What You Need to Know about AI Tools in the Hiring Process

Many studies have shown that companies with more diversity in their staff perform better financially. In spite of this, hiring biases, though not typically malicious in nature, have not yet declined in the United States. Even without meaning to, people can let bias influence their hiring decisions.

Fortunately, hiring trends over the past few years demonstrate that more and more employers are turning to artificial intelligence (AI) solutions to avoid unconscious bias in the hiring process.

But do these artificial intelligence tools really have the potential to completely eliminate bias from hiring? We’ll explore how they work, why experts believe they could get rid of bias entirely, and some of the problems emerging as these tools are being implemented.

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How Do AI Hiring Tools Work?

Artificial intelligence tools can be designed to help weed out unconscious bias found in the hiring process. One of the most important areas in which these tools can help is operating speed.

AI tools are significantly faster than human beings in every way. Because AI tools can sort through resumes so quickly, they don’t need to implement bias to make the pool of potential candidates smaller; instead, they can weed through thousands of applications in seconds. This could allow candidates that might never have been looked at a chance to enter the hiring pool, letting new and different candidates into the mix.

In its most beneficial form, AI tools work as assistants to the hiring managers in charge of recruiting new candidates. These tools allow more efficiency and speed in the process of weeding through potentially thousands of candidates. However, these tools are most effective when used alongside human oversight. Taking care of time-consuming tasks like sifting through numerous—and sometimes irrelevant—resumes allows hiring managers to focus more on the interview process and interacting with candidates in person.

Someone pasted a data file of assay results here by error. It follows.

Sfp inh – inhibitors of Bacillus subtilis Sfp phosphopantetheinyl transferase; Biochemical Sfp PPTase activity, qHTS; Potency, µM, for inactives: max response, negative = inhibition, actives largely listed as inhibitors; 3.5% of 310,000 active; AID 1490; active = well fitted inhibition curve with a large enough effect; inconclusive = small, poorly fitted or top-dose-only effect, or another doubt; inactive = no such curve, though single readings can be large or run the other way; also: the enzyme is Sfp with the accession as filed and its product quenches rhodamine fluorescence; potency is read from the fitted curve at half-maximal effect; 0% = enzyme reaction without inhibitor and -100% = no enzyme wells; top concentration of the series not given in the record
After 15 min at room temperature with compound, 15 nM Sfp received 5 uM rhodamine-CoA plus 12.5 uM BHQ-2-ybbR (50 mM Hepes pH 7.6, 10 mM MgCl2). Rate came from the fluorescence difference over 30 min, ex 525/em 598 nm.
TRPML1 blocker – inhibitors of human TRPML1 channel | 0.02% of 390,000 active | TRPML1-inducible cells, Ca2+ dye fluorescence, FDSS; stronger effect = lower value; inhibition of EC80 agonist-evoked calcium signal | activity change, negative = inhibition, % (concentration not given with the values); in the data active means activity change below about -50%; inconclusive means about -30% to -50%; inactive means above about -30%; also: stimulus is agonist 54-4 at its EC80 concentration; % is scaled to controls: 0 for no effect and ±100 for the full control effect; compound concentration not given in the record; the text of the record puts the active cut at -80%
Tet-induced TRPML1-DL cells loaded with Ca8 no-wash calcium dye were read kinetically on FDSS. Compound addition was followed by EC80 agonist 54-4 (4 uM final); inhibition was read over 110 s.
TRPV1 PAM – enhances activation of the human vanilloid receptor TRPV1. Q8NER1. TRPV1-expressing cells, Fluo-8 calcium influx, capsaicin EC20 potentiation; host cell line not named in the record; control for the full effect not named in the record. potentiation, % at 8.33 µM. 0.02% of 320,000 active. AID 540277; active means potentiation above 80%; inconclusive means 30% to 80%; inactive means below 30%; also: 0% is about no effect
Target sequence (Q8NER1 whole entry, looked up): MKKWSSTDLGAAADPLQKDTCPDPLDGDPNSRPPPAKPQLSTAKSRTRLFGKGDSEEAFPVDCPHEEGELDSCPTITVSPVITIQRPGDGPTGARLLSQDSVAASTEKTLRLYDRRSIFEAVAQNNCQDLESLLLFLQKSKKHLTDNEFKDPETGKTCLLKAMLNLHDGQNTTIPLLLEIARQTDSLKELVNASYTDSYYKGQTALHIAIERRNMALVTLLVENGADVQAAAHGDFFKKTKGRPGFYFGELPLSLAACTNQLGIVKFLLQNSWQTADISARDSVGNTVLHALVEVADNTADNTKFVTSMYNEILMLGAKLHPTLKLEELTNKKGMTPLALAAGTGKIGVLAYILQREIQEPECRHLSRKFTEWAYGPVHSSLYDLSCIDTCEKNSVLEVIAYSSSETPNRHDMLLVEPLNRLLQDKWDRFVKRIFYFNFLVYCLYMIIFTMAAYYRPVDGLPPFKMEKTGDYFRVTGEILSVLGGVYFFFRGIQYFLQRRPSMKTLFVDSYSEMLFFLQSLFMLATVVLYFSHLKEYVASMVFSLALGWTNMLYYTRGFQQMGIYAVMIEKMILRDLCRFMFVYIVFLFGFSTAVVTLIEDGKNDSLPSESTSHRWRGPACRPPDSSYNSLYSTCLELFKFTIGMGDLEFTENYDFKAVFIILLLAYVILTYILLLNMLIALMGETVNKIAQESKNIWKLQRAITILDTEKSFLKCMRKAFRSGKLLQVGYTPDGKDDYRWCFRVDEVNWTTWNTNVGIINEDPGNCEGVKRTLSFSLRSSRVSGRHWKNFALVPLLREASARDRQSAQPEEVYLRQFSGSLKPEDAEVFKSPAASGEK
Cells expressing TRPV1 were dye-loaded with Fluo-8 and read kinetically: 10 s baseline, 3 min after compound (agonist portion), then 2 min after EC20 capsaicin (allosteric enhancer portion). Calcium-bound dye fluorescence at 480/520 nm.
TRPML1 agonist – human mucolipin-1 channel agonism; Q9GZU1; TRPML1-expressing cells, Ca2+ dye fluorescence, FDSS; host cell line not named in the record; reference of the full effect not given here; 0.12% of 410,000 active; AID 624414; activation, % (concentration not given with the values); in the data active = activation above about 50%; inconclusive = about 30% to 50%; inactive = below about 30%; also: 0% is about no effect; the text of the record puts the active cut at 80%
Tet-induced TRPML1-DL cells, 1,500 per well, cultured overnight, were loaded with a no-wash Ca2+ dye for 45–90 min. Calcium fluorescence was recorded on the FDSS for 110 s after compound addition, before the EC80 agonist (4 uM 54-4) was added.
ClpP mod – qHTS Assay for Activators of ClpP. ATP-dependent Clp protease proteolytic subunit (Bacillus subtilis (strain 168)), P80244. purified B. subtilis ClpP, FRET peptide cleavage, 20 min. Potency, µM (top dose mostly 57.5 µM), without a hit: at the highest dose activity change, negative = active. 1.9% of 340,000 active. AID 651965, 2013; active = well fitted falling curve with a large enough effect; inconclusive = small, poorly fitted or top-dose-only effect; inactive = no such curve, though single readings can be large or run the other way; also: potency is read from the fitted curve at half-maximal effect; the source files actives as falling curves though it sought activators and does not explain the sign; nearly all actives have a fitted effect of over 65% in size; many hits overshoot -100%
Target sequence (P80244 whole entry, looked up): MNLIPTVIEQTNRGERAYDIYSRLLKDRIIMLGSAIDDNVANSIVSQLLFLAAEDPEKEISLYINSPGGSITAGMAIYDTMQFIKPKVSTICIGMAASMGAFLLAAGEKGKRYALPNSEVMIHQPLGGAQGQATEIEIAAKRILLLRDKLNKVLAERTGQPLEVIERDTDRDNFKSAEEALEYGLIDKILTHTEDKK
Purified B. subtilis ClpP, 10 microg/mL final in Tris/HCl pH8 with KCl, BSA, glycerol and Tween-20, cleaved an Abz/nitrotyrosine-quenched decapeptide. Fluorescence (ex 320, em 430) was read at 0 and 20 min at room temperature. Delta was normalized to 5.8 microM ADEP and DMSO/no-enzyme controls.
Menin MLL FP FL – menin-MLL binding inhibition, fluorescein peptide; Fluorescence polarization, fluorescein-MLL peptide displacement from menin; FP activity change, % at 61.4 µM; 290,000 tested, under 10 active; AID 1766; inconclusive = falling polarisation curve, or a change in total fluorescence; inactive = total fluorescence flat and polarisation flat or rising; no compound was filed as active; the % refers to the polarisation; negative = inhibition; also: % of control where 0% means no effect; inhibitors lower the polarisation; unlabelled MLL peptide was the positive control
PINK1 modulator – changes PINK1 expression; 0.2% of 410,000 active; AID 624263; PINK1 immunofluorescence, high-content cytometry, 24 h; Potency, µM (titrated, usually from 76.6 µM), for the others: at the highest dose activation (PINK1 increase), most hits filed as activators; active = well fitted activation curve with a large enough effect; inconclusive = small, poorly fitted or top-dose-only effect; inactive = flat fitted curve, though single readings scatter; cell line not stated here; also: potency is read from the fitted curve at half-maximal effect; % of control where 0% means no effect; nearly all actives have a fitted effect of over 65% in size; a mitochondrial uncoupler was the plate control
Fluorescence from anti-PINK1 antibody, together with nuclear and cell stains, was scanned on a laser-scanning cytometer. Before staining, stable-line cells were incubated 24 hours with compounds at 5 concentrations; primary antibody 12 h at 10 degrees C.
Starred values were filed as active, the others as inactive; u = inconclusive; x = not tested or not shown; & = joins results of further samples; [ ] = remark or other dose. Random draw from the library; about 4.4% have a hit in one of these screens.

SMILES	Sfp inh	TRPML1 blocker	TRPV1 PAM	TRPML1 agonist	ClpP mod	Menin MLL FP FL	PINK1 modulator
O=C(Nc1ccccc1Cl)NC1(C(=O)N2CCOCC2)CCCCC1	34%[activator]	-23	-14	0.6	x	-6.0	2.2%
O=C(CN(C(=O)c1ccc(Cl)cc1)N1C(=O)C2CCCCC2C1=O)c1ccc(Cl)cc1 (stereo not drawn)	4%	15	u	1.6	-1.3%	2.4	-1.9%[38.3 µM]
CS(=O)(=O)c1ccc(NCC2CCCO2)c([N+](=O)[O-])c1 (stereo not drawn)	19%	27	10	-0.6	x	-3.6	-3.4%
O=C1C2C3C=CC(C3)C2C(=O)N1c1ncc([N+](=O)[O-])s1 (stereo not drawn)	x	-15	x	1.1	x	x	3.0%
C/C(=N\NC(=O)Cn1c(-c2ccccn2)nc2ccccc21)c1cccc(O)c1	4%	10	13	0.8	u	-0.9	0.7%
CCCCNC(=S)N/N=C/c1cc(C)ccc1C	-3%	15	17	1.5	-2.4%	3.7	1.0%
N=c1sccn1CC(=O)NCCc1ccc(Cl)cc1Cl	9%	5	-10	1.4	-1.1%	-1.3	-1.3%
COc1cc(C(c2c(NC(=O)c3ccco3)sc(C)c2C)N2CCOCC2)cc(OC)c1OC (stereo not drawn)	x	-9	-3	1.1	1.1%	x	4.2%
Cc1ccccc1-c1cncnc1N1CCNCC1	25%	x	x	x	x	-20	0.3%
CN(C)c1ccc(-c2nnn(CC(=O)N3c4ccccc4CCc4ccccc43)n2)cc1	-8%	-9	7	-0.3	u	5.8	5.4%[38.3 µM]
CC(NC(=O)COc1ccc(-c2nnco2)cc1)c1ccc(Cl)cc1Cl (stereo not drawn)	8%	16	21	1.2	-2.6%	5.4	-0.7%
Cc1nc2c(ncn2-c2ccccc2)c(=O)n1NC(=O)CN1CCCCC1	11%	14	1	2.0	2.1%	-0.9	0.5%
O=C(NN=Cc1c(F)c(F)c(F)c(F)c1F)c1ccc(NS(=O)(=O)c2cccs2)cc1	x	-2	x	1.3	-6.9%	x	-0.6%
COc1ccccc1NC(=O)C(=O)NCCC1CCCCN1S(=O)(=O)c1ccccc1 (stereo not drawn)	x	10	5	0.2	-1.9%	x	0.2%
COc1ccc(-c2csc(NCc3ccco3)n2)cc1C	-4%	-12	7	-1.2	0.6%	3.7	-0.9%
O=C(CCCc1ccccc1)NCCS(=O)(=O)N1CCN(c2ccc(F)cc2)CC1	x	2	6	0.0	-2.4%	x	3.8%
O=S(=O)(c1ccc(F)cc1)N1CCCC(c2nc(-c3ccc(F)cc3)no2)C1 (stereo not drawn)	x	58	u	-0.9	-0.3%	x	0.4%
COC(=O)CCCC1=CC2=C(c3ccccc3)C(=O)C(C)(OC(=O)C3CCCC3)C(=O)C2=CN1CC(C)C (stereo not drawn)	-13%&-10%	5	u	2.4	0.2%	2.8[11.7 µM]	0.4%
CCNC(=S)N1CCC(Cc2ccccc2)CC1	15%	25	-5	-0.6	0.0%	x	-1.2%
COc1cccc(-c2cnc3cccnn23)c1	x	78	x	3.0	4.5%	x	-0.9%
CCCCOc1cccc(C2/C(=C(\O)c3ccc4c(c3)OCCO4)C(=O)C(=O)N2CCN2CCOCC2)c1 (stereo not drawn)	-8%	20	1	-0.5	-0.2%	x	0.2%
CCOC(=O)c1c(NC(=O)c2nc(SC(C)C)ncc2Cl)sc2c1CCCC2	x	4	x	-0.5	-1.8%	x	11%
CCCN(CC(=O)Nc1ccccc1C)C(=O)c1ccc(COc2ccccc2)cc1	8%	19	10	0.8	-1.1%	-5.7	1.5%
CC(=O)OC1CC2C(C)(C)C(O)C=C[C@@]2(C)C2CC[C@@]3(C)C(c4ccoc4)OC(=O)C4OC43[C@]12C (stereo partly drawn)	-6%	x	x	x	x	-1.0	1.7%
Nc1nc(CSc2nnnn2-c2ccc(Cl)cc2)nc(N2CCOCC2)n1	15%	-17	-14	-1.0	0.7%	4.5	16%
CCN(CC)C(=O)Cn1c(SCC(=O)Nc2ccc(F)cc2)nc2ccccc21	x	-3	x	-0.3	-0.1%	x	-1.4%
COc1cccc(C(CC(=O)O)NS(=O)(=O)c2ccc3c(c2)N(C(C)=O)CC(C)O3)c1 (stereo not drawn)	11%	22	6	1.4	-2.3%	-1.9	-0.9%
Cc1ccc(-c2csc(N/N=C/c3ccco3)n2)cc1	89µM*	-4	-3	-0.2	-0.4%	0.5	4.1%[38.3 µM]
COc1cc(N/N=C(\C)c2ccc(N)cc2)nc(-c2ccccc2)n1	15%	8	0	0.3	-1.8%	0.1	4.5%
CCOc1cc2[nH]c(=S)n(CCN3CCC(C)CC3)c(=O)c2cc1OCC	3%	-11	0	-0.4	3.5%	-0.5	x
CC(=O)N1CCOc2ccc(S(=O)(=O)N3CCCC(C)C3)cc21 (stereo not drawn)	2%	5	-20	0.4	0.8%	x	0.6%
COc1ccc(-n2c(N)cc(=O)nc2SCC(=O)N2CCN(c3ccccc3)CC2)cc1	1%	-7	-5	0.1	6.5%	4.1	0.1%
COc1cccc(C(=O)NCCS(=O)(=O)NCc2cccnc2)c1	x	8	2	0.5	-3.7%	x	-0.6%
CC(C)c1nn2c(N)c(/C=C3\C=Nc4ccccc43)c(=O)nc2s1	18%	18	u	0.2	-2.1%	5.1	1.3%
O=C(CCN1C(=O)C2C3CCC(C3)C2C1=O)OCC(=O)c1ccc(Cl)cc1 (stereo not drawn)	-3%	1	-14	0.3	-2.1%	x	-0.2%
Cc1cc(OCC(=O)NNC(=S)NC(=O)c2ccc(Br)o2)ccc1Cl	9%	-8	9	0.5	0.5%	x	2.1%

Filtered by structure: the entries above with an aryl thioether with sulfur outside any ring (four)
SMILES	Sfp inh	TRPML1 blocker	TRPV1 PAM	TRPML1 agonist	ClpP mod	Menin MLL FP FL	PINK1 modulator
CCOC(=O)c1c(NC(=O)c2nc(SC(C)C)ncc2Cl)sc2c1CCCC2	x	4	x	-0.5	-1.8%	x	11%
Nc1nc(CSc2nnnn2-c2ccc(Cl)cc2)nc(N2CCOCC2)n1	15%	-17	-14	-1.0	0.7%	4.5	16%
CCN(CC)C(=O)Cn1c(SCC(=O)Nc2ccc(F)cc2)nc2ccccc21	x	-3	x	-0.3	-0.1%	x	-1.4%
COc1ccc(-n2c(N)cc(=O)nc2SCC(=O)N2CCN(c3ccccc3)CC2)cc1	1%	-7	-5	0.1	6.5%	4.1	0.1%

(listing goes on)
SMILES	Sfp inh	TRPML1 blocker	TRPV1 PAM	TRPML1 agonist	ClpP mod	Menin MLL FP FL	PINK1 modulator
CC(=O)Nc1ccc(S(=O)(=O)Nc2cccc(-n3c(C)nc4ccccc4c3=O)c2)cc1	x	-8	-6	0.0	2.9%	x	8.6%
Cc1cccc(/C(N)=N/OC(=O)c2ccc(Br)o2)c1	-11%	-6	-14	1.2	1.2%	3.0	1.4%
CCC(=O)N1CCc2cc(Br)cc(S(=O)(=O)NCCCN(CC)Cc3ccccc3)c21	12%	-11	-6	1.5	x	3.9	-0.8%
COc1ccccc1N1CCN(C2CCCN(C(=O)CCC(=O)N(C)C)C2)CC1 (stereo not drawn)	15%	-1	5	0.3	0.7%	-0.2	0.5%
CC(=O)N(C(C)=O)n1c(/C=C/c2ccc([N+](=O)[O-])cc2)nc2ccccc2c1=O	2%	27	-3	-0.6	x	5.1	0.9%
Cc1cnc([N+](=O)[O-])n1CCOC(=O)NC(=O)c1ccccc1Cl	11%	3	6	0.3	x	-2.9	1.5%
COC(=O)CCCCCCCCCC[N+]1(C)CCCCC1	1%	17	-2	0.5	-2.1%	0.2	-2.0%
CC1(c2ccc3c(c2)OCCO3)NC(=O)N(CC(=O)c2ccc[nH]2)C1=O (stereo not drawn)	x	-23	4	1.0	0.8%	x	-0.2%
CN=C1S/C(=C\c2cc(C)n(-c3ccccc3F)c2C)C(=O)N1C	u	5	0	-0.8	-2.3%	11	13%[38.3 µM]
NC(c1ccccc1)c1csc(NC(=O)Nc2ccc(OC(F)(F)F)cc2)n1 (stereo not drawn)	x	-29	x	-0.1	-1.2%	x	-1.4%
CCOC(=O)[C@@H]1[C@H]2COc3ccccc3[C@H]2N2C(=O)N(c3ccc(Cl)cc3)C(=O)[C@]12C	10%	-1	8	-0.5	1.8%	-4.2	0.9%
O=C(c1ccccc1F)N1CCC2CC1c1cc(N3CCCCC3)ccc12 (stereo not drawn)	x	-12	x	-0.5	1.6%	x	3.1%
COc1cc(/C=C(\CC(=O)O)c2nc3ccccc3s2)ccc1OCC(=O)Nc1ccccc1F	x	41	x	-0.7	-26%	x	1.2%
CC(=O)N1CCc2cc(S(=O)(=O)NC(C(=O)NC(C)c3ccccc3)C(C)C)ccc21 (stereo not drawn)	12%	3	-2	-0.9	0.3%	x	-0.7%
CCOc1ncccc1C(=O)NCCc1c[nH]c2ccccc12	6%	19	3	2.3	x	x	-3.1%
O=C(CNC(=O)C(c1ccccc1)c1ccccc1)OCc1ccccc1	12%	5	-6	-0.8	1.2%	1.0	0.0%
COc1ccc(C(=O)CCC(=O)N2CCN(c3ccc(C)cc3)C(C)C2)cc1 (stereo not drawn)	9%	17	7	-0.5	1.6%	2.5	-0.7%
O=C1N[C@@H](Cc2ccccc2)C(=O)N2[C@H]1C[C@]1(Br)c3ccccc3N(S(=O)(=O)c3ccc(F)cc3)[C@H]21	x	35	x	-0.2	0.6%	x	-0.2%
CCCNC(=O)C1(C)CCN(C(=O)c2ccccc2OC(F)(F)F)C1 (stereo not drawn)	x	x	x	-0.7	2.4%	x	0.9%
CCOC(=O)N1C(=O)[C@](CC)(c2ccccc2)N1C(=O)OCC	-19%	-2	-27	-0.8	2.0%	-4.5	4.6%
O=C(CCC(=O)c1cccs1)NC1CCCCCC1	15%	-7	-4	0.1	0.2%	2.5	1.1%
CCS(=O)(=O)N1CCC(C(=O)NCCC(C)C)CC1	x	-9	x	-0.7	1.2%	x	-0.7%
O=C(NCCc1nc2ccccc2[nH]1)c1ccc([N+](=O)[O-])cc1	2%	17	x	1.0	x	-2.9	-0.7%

AI tools can also be used as a method of data tracking and record keeping for these hiring managers, giving them a way to organize candidate data more efficiently.

How Can It Help with Unconscious Bias?

AI tools can be designed to completely ignore information such as race, gender, and age and instead focus on other data points, making for a fairer and less biased candidate search. These algorithms can select better potential candidates than humans alone, as AI simply processes data at speeds human beings could never be capable of.

Additionally, AI tools can be fed information about already-successful employees at the company, thereby generating a more accurate picture of the qualities to look for in job candidates. This makes the hiring process easier, more efficient, and more accurate in the long run.

What Are the Potential Problems?

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AI tools have begun to make their way into the mainstream over the last several years, but they are also increasingly coming under fire.

Critics of these tools argue that the problem with artificial intelligence tools in the hiring process is that they are using data given to them by inherently biased human beings. In other words, the tools are only as effective as the data they receive. This means that the tools will pick up on unconscious bias we may not even realize exists in the data we are feeding them, resulting in biased results.

There are ways to overcome this problem, however. You can select an appropriately diverse array of successful employees, supplying your AI tools with a better data set. You can also teach your tools to ignore all data that implies gender, race, or age.

In the end, relying blindly on any tool will not be successful. Instead, we have to learn ways to integrate these tools into a hiring process that is still overseen by people. The tools must be audited and checked, and if biases are seen in the results, they should be edited to eliminate those trends. Appropriate standards must be set for artificial intelligence tools, just like safety checks in other areas, and AI tools should not be used if they do not meet certain standards.

The standards themselves might need updating as well. The existing US Equal Employment Opportunity Commission mandates were written back in the 1970s, which is well before the advent of the Internet and a massive increase in job applications. Frankly, it’s no surprise that feeding this outdated information into artificial intelligence tools is resulting in some unanticipated biases. With some changes to the system, we can overcome many problems with AI hiring tools, even potentially one day eliminating bias from the hiring process completely.